Marking and Measuring

Proper layout is fundamental to crisp work, whether you use primarily hand tools or power tools. We show you proper measurement techniques from how to read a tape measure to how to use a marking gauge. And, we cover the entire range of measuring and marking tools, from winding sticks to micrometers, carpenter’s pencils to marking knives. Plus, you’ll find videos and slideshows about historic tools (including those from H.O. Studley’s iconic chest) and plans for shop-made squares, gauges and sectors.

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This One Goes to 13

Jim Tolpin’s article “Secrets of the Sector” in the June 2011 issue has stirred up a lot of interest and discussion among our readers. A sector is a way to eliminate arithmetic, especially division (multiplication’s tricky friend). To help readers understand the sector, I made a couple short videos: Video: Jim Tolpin’s ‘Secret of...

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Make a Sector From a Crappy Folding Rule

As Jim Tolpin’s article on sectors from the June 2011 issue is getting into the hands of readers, we have had a few questions about the tool. One question is, of course: “Where can I buy one?” I don’t recommend you try to purchase a real sector. They are small affairs that were intended...

Video: Jim Tolpin’s ‘Secret of the Sector’

In the June 2011 issue we have Jim Tolpin building the “Ultimate Router Table.” Nah, just yanking your chain. He’s actually building a wombat house. Ha. Got you. In truth, Tolpin wrote a great article about how to build and use a “sector.” What’s a sector? It is like magic wands that have been...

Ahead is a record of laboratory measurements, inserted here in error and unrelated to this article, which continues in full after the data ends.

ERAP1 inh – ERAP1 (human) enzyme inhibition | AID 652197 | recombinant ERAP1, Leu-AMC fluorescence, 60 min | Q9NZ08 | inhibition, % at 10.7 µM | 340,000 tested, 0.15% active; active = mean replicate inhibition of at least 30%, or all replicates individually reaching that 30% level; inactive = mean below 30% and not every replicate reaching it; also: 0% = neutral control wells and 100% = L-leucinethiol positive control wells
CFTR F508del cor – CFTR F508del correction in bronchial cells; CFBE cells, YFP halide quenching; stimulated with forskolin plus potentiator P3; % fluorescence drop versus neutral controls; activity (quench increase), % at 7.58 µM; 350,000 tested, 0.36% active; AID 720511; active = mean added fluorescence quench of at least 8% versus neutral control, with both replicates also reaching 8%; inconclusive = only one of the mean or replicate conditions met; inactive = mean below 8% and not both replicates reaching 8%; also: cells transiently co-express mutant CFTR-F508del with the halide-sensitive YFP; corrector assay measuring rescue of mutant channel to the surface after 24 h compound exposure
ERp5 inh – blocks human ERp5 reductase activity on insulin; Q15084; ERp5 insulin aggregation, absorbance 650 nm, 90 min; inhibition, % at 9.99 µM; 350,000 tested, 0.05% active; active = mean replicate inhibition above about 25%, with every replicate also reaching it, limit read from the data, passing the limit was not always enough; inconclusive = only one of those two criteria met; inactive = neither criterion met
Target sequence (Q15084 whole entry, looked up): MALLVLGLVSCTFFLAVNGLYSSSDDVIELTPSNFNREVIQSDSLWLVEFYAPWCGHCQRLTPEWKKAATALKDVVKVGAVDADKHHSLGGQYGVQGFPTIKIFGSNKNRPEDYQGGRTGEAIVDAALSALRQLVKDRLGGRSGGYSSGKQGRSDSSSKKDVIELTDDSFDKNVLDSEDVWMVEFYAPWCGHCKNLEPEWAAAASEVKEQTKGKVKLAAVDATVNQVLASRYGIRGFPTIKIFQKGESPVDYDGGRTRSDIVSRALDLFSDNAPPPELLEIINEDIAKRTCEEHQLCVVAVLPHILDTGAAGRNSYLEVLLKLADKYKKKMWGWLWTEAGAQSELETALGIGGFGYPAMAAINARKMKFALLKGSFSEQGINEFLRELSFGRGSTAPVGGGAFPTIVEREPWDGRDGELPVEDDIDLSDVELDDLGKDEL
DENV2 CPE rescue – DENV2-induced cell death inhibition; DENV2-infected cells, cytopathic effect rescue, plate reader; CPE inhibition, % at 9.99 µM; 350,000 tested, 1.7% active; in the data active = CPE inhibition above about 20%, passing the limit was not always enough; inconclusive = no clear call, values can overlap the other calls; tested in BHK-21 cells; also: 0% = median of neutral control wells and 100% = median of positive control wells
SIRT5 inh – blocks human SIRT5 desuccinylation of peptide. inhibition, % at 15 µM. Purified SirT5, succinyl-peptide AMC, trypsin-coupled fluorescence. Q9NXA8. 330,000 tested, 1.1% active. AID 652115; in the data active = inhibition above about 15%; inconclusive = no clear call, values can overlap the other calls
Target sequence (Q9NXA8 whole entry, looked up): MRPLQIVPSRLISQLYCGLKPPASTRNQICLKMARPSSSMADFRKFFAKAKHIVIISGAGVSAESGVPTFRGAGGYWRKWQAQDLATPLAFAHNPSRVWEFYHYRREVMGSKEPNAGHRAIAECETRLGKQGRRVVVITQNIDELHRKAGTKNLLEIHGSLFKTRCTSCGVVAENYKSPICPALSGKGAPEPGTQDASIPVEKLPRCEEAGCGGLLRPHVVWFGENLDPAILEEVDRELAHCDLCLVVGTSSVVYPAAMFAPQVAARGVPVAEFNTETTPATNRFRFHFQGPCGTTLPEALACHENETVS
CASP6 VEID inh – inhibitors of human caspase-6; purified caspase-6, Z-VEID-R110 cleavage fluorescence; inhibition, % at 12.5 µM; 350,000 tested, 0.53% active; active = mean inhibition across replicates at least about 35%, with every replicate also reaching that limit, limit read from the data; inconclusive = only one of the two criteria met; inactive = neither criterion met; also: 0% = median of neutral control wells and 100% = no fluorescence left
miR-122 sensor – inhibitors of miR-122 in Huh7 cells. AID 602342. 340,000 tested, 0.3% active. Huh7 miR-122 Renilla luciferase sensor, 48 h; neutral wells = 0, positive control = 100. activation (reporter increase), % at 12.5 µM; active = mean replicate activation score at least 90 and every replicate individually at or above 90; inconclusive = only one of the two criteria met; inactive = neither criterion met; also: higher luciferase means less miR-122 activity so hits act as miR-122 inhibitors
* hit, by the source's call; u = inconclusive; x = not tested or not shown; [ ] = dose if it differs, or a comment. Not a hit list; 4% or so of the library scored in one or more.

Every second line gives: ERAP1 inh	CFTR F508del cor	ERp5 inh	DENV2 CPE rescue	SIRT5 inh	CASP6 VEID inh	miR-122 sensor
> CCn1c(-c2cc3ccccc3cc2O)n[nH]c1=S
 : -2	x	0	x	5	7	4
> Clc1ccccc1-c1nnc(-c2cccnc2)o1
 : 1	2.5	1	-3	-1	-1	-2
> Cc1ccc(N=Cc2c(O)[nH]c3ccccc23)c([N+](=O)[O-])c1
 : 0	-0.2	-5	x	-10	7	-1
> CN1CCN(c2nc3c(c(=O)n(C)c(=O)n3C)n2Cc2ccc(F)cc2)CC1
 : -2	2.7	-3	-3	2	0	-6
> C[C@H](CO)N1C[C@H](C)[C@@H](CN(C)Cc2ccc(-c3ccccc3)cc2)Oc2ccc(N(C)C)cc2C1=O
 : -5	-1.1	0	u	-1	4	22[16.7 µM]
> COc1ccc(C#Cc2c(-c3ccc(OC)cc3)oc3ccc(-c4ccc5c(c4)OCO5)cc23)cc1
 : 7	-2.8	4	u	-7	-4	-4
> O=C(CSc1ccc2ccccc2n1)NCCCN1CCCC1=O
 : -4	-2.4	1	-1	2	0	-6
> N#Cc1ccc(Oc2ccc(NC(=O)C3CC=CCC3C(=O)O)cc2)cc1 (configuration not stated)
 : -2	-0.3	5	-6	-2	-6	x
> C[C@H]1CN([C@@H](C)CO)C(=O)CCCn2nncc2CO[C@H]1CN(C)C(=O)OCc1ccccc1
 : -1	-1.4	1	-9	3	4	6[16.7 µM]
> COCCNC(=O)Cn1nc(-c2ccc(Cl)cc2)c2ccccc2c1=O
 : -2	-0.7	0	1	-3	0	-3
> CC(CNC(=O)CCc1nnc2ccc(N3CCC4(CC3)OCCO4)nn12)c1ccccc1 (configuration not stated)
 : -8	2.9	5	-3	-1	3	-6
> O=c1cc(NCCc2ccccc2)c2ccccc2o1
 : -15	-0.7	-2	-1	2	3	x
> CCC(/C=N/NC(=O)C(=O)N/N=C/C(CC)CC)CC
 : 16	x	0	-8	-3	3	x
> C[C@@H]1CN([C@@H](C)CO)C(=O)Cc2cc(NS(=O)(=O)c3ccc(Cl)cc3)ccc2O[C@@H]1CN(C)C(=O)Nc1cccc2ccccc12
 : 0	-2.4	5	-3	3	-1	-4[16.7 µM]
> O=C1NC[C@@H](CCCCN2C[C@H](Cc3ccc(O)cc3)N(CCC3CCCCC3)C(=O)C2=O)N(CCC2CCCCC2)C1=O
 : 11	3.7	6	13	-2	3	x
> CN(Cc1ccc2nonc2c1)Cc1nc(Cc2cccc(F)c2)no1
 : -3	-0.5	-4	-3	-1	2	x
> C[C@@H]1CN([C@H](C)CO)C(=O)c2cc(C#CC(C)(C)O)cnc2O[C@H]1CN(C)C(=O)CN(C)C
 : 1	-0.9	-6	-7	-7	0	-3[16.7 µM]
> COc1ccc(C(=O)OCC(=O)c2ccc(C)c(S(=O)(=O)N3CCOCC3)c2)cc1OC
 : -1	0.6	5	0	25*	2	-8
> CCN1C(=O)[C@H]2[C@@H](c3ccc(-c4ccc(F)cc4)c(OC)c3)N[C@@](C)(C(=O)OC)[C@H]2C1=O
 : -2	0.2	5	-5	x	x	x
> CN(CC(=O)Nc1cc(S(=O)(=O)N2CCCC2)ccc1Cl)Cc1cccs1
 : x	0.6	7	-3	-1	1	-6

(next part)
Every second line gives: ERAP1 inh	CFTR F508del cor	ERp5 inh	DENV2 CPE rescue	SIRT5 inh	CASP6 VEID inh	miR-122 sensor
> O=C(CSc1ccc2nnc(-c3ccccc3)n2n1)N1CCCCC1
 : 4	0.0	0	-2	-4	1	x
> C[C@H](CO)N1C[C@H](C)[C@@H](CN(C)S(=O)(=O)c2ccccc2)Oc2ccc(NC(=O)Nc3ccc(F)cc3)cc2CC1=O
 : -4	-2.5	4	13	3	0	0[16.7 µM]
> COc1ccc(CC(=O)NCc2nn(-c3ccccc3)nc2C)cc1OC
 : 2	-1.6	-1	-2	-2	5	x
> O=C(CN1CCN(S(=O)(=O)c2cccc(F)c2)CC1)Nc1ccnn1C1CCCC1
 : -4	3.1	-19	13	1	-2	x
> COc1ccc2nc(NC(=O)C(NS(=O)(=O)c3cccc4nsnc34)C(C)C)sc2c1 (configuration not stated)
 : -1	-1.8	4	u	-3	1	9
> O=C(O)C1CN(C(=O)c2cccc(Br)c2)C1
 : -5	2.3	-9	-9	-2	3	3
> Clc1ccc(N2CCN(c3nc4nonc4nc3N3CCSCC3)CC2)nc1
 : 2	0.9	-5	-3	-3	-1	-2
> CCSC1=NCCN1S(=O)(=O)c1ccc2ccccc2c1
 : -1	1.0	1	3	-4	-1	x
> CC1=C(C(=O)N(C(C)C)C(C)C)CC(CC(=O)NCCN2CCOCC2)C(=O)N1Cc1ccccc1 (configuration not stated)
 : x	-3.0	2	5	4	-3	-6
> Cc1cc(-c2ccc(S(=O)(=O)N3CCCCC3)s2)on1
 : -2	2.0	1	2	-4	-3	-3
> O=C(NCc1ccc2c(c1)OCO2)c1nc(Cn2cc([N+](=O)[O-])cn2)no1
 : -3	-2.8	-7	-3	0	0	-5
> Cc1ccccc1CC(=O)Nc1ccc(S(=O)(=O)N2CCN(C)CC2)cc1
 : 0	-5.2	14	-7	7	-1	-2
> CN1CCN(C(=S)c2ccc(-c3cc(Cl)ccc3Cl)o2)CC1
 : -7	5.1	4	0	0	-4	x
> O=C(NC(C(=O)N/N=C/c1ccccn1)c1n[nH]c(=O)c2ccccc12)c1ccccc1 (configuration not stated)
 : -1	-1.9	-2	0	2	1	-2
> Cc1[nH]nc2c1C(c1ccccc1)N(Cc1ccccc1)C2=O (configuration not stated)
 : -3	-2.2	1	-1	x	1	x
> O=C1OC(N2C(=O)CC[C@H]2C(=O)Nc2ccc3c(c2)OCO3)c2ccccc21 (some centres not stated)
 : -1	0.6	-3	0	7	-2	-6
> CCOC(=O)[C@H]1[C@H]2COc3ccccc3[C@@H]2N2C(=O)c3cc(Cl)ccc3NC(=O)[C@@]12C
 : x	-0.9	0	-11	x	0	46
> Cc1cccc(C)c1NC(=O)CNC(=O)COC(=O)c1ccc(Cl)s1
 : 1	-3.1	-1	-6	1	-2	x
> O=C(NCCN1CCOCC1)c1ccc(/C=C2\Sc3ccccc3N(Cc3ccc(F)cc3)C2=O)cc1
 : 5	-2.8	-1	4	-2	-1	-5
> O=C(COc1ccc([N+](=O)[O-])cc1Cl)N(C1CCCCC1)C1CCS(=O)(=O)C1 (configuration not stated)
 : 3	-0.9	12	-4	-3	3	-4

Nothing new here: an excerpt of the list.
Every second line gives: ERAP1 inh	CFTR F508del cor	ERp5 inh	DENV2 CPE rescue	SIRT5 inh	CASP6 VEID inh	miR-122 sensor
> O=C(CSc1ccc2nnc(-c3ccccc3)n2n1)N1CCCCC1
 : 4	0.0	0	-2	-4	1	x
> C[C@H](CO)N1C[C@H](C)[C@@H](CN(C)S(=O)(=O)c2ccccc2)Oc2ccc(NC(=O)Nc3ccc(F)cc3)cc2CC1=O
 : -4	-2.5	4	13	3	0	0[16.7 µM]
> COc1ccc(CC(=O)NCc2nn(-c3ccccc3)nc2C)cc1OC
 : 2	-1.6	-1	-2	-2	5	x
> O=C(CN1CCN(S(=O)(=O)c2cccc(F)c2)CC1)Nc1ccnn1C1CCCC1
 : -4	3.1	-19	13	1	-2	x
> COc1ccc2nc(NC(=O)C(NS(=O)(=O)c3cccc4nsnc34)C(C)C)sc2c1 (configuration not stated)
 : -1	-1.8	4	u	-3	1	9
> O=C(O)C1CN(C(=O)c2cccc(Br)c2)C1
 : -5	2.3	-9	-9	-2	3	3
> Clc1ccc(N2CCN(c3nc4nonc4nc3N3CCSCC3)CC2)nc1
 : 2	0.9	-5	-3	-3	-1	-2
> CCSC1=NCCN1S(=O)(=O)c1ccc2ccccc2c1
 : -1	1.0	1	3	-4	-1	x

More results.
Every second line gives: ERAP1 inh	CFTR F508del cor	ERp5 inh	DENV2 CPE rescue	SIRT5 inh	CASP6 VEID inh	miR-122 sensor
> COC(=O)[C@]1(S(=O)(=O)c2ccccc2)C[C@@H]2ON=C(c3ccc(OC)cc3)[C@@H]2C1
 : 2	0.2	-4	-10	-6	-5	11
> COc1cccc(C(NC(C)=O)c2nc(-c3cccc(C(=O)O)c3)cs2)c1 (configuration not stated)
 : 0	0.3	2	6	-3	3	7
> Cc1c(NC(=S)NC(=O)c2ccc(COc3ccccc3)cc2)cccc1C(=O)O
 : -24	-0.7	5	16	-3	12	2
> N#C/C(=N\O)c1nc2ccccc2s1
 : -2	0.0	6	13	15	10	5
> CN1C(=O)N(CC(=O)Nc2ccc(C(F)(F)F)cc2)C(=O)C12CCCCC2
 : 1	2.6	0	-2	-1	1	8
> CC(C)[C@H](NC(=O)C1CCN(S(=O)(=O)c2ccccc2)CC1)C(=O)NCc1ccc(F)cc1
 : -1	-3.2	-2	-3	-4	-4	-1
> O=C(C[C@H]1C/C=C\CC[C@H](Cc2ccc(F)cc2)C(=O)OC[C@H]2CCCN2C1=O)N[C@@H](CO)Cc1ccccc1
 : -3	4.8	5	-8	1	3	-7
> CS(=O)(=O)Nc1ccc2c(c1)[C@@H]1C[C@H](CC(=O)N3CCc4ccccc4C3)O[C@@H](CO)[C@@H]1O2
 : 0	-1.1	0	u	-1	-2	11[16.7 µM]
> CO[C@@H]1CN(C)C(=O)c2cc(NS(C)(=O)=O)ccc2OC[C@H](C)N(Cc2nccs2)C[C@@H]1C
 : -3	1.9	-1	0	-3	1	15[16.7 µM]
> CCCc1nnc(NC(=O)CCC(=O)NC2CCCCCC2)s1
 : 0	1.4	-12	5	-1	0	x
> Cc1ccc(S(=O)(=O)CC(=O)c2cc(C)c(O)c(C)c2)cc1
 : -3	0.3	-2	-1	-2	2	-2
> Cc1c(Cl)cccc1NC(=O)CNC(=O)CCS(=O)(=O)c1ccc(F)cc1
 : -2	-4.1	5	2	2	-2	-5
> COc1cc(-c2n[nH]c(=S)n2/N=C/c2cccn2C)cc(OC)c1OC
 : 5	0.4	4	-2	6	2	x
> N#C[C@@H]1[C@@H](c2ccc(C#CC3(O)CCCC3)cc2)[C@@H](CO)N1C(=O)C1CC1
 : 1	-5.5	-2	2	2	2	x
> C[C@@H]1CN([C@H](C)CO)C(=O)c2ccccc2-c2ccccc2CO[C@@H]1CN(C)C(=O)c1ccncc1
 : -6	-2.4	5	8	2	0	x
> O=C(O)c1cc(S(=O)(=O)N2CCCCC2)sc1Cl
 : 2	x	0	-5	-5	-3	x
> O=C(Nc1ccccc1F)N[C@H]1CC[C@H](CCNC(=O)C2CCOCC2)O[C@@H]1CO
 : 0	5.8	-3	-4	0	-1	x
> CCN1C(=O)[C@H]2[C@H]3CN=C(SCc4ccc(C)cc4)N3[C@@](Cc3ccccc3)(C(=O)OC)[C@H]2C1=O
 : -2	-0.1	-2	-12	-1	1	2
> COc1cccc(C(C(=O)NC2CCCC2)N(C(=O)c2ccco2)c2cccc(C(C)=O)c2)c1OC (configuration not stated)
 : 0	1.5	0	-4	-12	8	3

Video: Mitered Shoulder Dovetail

When building the Monticello Bookcases for the June 2011 issue of Popular Woodworking Magazine, I used through-dovetails with a mitered shoulder to join the cases. This joint gives a nice finished look to the front edge of the boxes, yet it is easier to do than some other similar joints, including the secret mitered...

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Video: Level the Feet of a Chair or Sawbench

Getting the four feet of a sawbench, chair or stool all in the same plane is a challenge for some woodworkers. You can end up nibbling a bar stool into an ottoman if you take the wrong approach. I’m sure there is some way to do this with the power of math, triangles and...

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Squaring the English Layout Square

Several readers have asked how to go about squaring up the two legs of the English Layout Square from the December 2010 issue of Popular Woodworking Magazine. Do you square it up before assembly? After? What tools do you use to make it square? How do I determine if the square is indeed square?...

Trust Yourself. Trust No One

Between meetings, classes and regular living, I’ve cut 132 dovetails during the last couple weeks to build my next project, which will be featured on the cover of the June 2011 issue of Popular Woodworking Magazine. Many of these dovetails have been mitered at their front corners, which I cut freehand (thank you Joseph...

Free Plan: English Layout Square

I’m fond of wooden layout tools – squares, straightedges, winding sticks and the like. They are lightweight, don’t damage your work like metal tools can and are made from scraps. Plus, you can make them to suit your taste, whether that’s plain, fancy or something between. Last fall I built a couple of these...

Details: Installing Hinges in Mortises

Installing traditional mortise hinges makes some woodworkers want to turn their electric drill on themselves to just end it all. While practice is the best teacher, there are little tricks that can help when installing hardware. I have a bunch of “dodges” that people have taught me through the years. This one is ridiculously...